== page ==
17 Things About The Film Biz That Should Significantly Influence Your Behavior

The film industry has changed dramatically over the past decade, and trying to make a living from movies is getting more difficult as independent films (and films in general) fight for a smaller piece of the viewership pie. That's where people like Ted Hope come in. He has been working tirelessly to make sustainable filmmaking careers a reality, and he's written a tremendous post that should be an eye-opener for anyone trying to survive as a filmmaker.

This is a guest post by Producer Ted Hope.

Yesterday, we launched our A2E (Artist To Entrepreneur) program at the San Francisco Film Society with OnRamp (The Direct Distribution Lab). This is a pilot lab of a pilot program designed to give filmmakers the necessary entrepreneurial skills to achieve a sustainable creative life amidst this changing paradigm. We will be working out some bugs but hope to launch the second iteration as soon as possible.

As part of the lab, we have a first day of big ideas and case studies that hopefully will give the participants the foundation for a design for living and thriving on their art. As part of that, I have prepared three brief lectures focused on what every filmmaker needs to recognize about the business, the culture, and their practice if they want to have a sustainable creative life. Split between the three categories, I came up with fifty things you should know. I will provide them to you over the next week or two, but I wish you all could have been there. It’s always different when you are in the room.

Today, I will unleash what I think is necessary to recognize about our industry if you are a filmmaker looking to survive from the work you generate.

WARNING: taking any of these points out of context could create unnecessary fear or depression. If you want to tackle reality, you need to know what ground you walk on. Some truths are hard to accept, but once you do, you can move forward and to a different place. Adding Film Biz realities to Culture truths, and building Best Filmmaker Practices on those understandings could provide a Design For Sustainable Collective Creation. Or at least that’s this Hope’s hope.

1. Filmmaking is not currently a sustainable occupation for any but the very rare. It is not enough to be very good at what you do if you want to survive by doing what you love.

2. Presently speaking, artists & their supporters are rarely the primary financial beneficiaries of their work – if at all. Filmmakers are not sufficiently rewarded for their quality creative output under current practices.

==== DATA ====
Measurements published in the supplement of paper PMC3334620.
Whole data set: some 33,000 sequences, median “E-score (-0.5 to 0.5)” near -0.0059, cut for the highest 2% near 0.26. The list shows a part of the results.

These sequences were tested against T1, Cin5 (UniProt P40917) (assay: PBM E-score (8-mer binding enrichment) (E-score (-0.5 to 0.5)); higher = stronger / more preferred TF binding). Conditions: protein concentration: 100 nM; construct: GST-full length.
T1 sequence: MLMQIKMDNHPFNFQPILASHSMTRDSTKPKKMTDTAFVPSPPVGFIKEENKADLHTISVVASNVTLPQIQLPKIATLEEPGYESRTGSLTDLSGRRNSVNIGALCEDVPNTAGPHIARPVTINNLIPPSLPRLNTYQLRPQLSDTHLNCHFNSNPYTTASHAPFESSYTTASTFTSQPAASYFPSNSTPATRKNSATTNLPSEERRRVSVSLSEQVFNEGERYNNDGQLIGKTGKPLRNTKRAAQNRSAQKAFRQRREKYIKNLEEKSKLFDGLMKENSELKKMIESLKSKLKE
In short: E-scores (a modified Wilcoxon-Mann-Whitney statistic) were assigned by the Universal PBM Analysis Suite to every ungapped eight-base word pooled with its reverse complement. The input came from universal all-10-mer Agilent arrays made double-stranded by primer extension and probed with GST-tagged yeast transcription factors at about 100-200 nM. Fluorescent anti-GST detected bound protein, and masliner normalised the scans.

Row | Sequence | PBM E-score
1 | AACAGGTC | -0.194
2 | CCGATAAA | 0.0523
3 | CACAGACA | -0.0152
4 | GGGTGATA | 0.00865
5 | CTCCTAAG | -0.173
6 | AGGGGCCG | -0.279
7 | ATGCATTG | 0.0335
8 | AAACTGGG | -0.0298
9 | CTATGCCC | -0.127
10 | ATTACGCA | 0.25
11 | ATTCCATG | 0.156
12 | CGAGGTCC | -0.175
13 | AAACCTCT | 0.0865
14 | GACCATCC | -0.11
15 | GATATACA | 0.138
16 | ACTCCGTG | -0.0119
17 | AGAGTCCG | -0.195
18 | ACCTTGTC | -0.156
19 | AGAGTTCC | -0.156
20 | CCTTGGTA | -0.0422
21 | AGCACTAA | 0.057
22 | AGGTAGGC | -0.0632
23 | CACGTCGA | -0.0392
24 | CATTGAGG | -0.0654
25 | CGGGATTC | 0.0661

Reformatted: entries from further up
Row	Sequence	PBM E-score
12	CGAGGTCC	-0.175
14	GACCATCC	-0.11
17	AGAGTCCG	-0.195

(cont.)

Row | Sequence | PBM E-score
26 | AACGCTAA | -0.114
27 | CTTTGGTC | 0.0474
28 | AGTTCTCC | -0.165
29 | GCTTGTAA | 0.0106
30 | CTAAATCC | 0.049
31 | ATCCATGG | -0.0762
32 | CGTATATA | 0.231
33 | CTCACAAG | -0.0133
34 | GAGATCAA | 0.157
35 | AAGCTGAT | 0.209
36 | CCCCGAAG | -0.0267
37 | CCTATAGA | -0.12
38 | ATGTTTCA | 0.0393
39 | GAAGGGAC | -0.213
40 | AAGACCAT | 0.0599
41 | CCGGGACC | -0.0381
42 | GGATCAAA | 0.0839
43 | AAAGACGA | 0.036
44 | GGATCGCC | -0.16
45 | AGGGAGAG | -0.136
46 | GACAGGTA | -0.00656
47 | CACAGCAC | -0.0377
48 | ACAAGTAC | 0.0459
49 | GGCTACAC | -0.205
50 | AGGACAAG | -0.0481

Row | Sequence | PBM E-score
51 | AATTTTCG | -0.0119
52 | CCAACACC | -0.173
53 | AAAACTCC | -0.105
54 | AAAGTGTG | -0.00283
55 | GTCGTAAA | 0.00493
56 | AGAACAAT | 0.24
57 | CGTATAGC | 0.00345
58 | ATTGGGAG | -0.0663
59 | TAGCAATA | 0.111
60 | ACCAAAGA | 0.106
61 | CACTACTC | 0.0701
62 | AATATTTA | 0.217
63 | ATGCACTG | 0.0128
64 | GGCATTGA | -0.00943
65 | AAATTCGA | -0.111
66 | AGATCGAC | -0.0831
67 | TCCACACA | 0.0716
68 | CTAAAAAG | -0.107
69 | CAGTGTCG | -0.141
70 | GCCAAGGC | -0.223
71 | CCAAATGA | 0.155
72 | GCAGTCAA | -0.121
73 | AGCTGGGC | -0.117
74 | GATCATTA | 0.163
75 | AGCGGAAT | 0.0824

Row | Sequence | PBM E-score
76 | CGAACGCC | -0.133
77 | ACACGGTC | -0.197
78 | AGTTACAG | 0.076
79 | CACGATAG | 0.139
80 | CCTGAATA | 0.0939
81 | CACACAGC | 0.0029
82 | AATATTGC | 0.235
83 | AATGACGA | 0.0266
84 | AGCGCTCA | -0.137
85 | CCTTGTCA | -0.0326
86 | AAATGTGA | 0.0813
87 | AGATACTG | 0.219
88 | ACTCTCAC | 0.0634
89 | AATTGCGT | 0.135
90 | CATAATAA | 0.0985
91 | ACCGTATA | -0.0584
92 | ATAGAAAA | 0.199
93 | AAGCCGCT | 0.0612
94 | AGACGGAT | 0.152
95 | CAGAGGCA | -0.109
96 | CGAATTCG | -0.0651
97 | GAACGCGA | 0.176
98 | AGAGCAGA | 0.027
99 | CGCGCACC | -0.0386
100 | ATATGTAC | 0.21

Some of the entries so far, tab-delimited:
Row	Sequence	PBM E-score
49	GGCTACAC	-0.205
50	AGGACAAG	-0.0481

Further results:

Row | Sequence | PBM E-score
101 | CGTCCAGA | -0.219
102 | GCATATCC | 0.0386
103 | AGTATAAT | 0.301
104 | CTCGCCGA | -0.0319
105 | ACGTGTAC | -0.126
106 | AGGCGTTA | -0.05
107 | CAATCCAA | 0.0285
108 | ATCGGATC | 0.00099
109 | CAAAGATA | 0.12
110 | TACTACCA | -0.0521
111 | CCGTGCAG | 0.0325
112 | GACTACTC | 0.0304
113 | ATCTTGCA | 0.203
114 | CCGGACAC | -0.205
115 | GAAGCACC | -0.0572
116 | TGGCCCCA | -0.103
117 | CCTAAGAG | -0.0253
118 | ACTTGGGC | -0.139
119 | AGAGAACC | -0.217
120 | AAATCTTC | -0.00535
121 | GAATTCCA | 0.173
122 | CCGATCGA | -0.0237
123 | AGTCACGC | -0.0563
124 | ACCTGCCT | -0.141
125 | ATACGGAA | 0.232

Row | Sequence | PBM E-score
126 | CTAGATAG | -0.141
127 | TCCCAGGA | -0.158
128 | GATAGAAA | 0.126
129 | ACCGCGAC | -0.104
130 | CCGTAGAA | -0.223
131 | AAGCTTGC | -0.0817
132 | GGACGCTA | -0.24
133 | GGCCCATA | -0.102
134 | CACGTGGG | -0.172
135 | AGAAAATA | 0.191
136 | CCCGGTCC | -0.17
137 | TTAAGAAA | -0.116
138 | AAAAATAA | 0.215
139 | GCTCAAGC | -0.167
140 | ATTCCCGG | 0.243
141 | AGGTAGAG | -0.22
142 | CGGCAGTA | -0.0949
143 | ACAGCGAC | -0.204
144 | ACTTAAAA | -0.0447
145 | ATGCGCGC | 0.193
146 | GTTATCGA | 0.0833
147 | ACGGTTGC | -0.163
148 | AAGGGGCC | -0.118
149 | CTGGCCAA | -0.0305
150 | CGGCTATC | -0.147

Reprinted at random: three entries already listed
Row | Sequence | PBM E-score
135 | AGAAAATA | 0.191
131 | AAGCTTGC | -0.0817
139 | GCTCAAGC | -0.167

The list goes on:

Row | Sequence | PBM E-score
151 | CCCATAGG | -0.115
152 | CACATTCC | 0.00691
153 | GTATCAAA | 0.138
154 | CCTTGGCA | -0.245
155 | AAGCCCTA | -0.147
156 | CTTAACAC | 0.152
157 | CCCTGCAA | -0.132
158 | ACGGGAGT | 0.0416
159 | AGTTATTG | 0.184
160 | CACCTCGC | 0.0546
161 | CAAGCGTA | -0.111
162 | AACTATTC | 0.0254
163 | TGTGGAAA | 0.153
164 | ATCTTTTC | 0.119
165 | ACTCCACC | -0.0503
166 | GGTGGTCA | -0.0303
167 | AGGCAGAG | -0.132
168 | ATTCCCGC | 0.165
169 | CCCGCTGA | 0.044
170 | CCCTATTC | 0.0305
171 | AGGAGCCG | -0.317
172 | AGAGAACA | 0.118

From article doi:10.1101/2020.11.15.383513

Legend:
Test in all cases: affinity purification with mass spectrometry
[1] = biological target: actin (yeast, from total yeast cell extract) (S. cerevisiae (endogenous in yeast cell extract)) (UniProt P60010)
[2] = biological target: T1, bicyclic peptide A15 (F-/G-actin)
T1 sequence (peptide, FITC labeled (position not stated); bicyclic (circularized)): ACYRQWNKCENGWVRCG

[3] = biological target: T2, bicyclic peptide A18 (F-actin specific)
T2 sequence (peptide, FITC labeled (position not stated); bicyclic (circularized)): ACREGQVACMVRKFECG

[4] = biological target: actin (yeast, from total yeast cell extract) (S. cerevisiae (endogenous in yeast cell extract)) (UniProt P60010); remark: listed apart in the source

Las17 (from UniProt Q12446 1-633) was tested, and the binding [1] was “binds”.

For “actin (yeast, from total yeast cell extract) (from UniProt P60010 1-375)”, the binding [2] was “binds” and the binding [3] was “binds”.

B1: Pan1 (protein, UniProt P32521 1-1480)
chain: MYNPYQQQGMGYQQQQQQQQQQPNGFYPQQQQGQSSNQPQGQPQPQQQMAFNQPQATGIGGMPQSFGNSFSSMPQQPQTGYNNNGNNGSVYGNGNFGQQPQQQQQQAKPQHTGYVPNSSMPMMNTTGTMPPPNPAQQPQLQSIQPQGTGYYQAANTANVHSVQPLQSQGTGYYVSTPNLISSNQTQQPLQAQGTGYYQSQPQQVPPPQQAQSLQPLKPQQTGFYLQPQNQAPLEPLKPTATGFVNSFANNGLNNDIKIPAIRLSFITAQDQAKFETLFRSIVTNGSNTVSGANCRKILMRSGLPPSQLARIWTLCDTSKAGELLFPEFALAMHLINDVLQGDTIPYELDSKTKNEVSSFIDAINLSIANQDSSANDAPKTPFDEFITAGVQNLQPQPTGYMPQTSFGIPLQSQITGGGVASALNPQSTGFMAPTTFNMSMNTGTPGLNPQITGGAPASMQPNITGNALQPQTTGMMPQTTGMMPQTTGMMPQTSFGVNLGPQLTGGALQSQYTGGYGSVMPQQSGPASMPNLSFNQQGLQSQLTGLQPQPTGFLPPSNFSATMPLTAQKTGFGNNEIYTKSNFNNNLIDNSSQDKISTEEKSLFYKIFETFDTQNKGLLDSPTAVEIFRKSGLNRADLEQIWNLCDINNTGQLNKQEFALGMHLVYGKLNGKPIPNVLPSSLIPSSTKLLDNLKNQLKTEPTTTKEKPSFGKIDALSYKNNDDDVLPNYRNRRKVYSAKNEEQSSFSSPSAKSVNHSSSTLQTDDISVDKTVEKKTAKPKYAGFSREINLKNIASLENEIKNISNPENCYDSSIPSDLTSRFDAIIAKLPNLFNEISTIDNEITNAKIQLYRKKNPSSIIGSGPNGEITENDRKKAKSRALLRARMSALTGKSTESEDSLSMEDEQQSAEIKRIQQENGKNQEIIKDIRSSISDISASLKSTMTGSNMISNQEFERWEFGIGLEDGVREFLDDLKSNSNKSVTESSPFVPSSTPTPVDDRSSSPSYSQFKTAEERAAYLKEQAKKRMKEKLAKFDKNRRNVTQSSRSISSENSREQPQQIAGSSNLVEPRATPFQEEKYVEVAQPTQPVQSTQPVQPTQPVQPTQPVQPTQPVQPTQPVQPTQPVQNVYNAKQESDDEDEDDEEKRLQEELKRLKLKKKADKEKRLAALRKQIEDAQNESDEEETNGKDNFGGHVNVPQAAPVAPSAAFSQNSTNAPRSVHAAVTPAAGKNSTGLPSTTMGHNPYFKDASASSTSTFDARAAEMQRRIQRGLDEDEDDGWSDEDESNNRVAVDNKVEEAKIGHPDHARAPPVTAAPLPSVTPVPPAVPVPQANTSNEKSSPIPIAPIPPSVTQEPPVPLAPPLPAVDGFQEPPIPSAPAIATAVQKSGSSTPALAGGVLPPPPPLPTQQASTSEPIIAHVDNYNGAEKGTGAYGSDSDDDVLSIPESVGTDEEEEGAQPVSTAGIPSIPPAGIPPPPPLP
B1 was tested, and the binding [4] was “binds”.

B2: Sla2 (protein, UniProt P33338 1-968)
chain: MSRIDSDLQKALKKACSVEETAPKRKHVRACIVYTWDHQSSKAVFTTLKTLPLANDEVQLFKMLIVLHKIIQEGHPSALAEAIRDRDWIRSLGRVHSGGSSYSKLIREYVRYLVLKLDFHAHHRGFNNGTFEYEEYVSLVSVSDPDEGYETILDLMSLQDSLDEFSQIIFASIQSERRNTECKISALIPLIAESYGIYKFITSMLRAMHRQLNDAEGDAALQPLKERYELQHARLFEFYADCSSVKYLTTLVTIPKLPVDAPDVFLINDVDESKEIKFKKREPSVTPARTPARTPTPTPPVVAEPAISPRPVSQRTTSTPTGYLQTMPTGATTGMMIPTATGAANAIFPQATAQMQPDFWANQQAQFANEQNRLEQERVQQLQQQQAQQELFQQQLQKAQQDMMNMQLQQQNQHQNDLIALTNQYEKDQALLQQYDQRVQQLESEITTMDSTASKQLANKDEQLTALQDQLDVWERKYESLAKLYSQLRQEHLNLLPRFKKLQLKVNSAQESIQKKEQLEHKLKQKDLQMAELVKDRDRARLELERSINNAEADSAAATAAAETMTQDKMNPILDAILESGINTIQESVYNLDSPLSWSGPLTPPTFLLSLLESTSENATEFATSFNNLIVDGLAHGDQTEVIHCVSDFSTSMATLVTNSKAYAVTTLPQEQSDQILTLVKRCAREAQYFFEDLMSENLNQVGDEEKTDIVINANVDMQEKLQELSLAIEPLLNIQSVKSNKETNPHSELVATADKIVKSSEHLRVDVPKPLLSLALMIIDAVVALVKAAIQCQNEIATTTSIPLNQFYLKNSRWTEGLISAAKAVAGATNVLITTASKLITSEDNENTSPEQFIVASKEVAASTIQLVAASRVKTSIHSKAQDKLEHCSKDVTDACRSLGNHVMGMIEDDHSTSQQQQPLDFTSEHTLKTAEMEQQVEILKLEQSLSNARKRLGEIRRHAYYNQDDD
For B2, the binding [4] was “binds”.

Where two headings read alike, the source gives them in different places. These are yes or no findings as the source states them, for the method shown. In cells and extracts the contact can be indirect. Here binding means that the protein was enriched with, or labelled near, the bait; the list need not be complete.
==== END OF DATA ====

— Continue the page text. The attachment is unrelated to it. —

3. The film industry’s economic models are not based on today’s reality. They are predicated on and remain structured upon antiquated principles of scarcity of content, centralized control of that content, and the ability to focus the majority of consumers towards that content.

4. Film audience’s current consumption habits do not come close to matching the film industry’s production output. America remains the top film consumption market in the world, and is thought to be able to handle only around 1% of the world annual supply – consuming somewhere between 500-600 titles of the annual output of approximately 50,000 feature films. We make far more films than we currently know how to use or consume. We drown our audiences in choices.

5. The film industry has not found a way to match audiences with the content they will most likely respond to. It doesn’t even look like this is a priority for the business. Everything is spaghetti against the wall, marketed in the same way & only to the most general demographics of race, gender, & income.

6. In order to reach the people who might respond to a film, the film industry remains dependent on telling everyone (including those who could not care less) about each new film. It is a poorly allocated dedication of resources. We spend more money telling those who will never be interested, than focusing on those who have already demonstrated support. There is no audience aggregation platform exclusively for those who love movies, no place where all people who love movies engage deeply about films – if there was, marketing costs could shrink.

7. Digital distribution is an emerging market and will continue to evolve over the next decade. The value for titles for the long-term has not been specified for digital distribution; currently only short-term value is derived – and as a result films are licensed without full understanding of future worth. We are doing a business of ignorance.